The Bowl Championship Series went out with a bang Monday night. In what was the final BCS Championship Game, top-ranked Florida State came back from 18 points down to top No. 2 Auburn with just 13 seconds to play, 34-31.
Starting next season, a committee will choose the top four teams for a modified playoff system. Those who have long disliked the BCS will finally get more than just the top two teams in the poll battle it out for the title. I’m excited for that scenario, but not a true believer in its alleged increased fairness.
Honestly, the least climactic championship structures are probably the most fair. Something like the English Premier League in soccer, where everyone plays everyone a number of times and the team with the best record at the end is the champ. That’s not as exciting as March Madness for college hoops, but one-and-done scenarios are less inherently fair than a full resume and a large slate of games.
Over the 16-year life of the BCS, there were very few times it felt like an error was made in who got to play for the title. When just involving the top two teams, there has sometimes been an argument for (at most) one deserving team to have earned a spot over another. Now with four teams in the tournament, it will probably only increase the number of teams who feel they’ve gotten a raw deal. This year, the final poll has South Carolina ranked No. 4, with Missouri, Oklahoma, Alabama and Clemson finishing five through eight. Wouldn’t those four also-rans have a great argument for being in the top four instead of the Gamecocks? Aren’t they all somewhat interchangeable?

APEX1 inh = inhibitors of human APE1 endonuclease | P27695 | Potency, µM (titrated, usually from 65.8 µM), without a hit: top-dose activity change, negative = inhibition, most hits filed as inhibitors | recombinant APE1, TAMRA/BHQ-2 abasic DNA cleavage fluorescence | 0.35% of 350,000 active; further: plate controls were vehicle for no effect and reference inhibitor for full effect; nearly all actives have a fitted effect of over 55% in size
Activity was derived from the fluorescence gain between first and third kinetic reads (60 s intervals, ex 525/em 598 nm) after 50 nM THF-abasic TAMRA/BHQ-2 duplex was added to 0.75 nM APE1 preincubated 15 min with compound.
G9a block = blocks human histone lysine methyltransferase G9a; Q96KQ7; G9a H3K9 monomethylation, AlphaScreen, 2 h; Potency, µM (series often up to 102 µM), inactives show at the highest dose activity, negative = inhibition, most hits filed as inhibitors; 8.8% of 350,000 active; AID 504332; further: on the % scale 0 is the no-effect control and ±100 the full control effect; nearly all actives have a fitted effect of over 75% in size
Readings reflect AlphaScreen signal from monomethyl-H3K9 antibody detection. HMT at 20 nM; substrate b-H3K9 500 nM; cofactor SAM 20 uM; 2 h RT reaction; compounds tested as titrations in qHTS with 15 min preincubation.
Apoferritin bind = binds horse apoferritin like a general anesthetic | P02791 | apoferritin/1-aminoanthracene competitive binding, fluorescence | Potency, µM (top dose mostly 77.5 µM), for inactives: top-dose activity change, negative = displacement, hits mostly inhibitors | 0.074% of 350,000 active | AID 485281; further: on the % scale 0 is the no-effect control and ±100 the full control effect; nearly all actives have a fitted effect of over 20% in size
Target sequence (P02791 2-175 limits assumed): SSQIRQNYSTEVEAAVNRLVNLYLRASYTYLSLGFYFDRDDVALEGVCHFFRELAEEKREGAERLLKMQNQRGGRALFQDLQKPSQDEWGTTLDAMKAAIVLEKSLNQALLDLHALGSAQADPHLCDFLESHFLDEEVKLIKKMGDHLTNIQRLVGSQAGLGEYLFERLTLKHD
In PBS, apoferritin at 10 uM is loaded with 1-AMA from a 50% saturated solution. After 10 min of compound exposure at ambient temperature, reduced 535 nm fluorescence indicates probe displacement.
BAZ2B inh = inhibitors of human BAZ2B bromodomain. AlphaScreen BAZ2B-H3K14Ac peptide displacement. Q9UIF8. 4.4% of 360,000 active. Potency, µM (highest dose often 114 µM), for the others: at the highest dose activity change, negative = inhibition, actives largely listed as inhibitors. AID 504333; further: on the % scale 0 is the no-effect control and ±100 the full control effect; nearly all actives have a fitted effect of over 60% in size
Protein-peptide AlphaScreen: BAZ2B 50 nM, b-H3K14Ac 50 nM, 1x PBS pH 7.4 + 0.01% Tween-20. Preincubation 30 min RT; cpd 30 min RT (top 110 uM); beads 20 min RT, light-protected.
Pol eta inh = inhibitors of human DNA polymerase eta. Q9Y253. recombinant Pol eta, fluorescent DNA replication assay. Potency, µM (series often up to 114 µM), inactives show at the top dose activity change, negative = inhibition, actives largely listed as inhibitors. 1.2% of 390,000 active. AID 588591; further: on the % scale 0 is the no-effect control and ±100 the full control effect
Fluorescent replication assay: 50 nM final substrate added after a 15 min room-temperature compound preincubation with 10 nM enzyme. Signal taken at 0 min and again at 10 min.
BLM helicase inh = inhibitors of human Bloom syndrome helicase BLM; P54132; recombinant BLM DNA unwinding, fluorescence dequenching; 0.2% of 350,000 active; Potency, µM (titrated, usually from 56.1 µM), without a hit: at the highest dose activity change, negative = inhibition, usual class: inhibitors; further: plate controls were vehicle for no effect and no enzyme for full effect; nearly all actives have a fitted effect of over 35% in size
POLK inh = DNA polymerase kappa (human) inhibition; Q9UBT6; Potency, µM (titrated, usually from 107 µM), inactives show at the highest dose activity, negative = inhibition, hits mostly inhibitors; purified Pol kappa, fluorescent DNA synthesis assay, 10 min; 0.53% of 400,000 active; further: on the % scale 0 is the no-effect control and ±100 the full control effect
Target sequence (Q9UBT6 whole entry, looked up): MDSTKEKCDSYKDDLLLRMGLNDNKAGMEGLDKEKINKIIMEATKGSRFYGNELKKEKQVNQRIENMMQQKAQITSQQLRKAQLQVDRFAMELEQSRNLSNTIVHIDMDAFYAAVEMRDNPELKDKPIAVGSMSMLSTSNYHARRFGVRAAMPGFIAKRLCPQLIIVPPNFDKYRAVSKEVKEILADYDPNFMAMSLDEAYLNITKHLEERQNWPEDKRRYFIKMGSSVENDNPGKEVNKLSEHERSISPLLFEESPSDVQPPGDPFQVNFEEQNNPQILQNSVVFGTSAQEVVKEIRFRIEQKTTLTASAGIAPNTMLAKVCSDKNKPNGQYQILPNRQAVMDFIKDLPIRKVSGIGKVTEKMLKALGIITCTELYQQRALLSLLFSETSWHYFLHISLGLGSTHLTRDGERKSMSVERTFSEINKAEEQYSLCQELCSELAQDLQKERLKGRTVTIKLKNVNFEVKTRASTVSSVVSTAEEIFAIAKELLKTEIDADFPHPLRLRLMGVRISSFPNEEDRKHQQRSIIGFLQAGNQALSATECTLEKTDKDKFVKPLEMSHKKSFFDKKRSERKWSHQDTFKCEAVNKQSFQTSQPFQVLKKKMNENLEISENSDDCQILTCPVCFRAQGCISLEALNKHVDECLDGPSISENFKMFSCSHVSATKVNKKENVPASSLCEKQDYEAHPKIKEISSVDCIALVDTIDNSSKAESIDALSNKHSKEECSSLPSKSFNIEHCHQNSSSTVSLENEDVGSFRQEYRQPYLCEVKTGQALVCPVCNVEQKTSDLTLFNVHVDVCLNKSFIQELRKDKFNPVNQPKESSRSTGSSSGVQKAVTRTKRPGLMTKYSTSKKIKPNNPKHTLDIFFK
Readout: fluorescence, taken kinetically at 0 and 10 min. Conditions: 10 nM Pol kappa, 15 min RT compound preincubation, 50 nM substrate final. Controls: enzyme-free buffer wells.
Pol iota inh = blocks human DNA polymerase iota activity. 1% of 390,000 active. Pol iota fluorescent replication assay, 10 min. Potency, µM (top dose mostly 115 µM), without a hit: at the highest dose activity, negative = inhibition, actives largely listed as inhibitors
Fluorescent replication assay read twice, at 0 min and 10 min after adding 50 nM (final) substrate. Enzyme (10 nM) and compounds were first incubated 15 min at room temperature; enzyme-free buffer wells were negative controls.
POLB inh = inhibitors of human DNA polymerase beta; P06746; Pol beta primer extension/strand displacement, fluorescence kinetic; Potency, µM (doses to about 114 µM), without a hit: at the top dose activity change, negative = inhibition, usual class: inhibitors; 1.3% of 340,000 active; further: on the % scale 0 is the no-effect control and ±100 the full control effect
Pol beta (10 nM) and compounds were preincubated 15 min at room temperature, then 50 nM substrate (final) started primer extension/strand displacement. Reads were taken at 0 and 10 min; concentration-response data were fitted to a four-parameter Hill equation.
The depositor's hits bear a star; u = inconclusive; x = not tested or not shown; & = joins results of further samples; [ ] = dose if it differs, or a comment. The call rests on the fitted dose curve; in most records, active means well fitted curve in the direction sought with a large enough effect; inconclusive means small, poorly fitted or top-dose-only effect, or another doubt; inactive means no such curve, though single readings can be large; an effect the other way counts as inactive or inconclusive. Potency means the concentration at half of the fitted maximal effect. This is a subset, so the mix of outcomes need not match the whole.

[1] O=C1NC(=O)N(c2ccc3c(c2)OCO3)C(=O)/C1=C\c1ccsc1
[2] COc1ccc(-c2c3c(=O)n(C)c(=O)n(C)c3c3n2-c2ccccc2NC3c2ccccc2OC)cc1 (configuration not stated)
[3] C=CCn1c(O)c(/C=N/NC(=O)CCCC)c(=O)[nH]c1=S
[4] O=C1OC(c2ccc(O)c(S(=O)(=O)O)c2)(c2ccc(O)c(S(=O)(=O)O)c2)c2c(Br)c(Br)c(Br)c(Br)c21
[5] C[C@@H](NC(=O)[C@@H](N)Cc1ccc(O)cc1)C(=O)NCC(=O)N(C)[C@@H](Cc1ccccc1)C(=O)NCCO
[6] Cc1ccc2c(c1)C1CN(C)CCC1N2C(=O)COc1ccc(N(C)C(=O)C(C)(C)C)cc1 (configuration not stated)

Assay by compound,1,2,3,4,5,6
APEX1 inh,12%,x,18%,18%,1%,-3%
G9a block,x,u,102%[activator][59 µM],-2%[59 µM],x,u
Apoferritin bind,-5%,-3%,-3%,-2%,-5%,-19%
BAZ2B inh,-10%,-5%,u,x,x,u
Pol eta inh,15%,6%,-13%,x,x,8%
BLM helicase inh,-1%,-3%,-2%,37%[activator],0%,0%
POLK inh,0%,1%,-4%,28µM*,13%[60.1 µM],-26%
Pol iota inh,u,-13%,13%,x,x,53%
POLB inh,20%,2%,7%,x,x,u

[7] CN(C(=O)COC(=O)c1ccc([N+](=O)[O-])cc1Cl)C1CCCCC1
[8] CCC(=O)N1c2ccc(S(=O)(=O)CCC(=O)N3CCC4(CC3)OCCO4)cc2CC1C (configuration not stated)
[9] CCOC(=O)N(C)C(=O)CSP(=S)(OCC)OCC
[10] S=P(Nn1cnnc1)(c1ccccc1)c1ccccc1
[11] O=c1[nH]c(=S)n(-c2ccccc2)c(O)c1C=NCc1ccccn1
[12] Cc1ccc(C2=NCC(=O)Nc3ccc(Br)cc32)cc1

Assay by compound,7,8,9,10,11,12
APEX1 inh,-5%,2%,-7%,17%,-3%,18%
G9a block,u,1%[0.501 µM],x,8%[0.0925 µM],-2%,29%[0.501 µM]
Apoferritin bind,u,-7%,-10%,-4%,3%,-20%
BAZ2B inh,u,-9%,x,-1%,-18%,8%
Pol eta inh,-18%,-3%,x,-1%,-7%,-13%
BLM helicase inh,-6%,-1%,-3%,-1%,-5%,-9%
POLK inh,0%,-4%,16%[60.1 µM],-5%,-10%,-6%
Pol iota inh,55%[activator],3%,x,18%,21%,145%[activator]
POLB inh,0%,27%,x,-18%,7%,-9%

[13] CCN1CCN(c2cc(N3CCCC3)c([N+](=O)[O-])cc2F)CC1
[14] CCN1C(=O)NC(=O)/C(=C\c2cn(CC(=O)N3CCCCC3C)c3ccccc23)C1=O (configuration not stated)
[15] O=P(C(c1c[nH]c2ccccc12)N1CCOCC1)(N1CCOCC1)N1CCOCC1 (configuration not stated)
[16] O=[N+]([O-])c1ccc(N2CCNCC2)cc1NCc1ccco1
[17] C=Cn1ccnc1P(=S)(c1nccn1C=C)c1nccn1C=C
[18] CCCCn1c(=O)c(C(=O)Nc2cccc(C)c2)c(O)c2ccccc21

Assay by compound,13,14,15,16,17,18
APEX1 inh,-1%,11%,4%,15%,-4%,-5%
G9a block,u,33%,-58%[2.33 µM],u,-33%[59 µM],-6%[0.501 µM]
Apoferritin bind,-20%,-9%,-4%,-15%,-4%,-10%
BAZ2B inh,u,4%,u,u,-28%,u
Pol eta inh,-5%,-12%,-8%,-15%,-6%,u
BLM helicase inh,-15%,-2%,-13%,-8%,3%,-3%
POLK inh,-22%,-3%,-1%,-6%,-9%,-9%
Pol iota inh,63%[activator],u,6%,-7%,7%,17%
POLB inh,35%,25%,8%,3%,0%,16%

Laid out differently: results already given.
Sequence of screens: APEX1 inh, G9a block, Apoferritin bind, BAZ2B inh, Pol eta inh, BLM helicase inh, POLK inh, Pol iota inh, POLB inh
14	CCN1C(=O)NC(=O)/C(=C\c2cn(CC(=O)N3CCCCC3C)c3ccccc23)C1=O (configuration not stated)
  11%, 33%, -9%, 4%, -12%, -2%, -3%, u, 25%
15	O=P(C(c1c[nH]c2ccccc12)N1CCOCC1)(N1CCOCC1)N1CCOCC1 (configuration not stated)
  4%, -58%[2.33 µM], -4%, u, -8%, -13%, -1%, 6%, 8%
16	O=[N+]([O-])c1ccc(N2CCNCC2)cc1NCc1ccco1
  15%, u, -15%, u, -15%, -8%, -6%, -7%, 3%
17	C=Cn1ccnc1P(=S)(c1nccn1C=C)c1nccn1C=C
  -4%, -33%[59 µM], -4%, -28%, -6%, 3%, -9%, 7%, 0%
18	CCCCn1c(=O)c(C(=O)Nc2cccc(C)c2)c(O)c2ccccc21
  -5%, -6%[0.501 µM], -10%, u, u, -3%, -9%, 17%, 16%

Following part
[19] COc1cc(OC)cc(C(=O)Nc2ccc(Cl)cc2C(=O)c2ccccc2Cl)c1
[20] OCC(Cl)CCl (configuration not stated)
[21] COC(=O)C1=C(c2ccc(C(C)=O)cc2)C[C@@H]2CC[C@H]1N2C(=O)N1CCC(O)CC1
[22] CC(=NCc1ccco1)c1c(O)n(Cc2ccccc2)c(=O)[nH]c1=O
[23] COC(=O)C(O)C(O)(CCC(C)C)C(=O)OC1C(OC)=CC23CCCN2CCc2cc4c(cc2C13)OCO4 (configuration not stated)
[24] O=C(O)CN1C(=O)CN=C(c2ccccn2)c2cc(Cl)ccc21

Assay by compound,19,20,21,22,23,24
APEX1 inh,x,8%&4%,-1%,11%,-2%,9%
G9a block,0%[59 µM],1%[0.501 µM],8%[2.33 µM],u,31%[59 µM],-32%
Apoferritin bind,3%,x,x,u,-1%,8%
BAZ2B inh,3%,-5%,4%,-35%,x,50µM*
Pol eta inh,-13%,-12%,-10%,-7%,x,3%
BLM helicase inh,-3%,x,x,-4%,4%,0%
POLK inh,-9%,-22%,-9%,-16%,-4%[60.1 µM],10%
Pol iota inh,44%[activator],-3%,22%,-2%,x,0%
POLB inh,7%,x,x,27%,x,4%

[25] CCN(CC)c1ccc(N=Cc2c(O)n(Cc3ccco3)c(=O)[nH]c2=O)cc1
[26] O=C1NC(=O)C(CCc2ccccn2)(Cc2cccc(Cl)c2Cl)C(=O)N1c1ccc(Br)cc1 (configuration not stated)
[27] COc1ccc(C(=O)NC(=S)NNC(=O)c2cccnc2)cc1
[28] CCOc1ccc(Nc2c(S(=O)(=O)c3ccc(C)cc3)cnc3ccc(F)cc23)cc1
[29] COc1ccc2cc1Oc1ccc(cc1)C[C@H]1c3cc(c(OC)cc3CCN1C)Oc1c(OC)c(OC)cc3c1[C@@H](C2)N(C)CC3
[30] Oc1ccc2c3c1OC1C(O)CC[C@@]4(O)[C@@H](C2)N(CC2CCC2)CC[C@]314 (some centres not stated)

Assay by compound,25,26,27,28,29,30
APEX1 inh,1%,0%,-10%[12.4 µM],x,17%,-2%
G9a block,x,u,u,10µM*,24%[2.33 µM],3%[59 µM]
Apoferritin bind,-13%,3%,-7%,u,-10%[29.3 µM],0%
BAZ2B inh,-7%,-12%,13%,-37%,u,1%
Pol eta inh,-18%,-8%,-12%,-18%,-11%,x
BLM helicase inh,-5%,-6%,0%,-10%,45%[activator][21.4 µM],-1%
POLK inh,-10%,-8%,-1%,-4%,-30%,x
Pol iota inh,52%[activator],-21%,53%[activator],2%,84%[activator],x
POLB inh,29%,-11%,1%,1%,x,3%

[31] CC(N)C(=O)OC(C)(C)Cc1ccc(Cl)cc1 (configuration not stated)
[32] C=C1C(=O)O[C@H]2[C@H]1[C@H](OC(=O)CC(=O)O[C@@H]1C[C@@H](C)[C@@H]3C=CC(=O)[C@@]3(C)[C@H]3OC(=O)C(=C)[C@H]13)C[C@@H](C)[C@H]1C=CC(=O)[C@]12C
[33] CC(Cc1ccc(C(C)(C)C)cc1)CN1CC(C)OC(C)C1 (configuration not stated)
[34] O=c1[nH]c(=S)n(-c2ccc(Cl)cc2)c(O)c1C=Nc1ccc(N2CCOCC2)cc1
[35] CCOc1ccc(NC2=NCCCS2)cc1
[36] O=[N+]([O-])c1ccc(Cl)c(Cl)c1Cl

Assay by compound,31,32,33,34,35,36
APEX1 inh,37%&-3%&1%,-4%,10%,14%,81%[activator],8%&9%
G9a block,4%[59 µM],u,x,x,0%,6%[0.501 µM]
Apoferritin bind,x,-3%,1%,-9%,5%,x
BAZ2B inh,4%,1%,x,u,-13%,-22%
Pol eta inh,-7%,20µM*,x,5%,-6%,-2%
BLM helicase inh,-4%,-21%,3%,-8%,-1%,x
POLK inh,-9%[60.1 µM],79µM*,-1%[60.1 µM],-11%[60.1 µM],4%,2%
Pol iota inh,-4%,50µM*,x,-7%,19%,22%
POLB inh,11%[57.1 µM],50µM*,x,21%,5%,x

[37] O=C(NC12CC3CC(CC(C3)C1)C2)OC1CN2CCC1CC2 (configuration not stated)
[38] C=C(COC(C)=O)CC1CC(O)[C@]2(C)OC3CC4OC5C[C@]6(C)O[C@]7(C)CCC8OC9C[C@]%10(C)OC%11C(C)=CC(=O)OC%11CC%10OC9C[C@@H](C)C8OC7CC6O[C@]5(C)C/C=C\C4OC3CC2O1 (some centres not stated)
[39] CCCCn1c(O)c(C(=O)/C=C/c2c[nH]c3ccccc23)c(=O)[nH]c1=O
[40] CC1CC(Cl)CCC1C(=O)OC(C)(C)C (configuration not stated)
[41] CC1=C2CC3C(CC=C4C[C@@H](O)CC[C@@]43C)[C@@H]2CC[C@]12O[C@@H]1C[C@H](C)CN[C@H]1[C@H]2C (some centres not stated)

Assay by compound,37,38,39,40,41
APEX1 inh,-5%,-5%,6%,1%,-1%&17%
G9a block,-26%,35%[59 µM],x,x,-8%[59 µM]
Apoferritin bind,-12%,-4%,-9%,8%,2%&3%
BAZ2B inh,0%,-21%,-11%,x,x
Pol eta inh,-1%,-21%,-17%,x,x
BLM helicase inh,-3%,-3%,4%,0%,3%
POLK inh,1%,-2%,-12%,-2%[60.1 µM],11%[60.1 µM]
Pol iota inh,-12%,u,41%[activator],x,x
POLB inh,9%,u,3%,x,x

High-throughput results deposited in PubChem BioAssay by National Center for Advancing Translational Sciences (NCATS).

The difference between No. 4 and the four or five teams following is typically marginal. I foresee many more arguments in who deserves a shot at playing for a title than we had under the BCS, but that doesn’t mean I won’t be stoked to watch.
UH HOSTS ELITE VOLLEYBALL TOURNEY THIS WEEK
Four of the best men’s volleyball teams in the country will go against one another in the 20th Outrigger Volleyball Invitational, beginning Thursday at the Stan Sheriff Center and running through Saturday. The round-robin tournament includes No. 7 UCLA, No. 11 Penn State, No. 12 Ohio State and No. 14 Hawaii.
Two matches will be played each night, the first at 4 p.m., followed by the nightcap at 7 p.m. UH will play the second match each day, all televised on OC16. The ‘Bows take on Ohio State on Thursday, Penn State on Friday and finish with UCLA on Saturday.
The same four squads played in last year’s Outrigger Volleyball Invitational. Ohio State won for the third straight year. UH went 1-2, playing all five-set matches.
WAHINE AND WARRIOR HOOPS OPEN BIG WEST PLAY
The Hawaii Rainbow Wahine will get their conference schedule underway today with a home date against Cal Poly (7 p.m., OC16). The Wahine have started the season with a 6-6 record and get their first two Big West matchups at the Stan Sheriff Center. Cal Poly (6-7) is the three-time defending Big West champion and should be a good early test for UH head coach Laura Beeman, whose team has taken on one of the best non-conference schedules in the country to this point.
The men’s squad starts its Big West schedule on Thursday at Cal Poly (5 p.m. HT). Winners of nine of its past 10 games, Hawaii is 11-3 overall. Cal Poly has had a slow start, sitting at 4-9 overall, but has won the past four meetings between the two schools.
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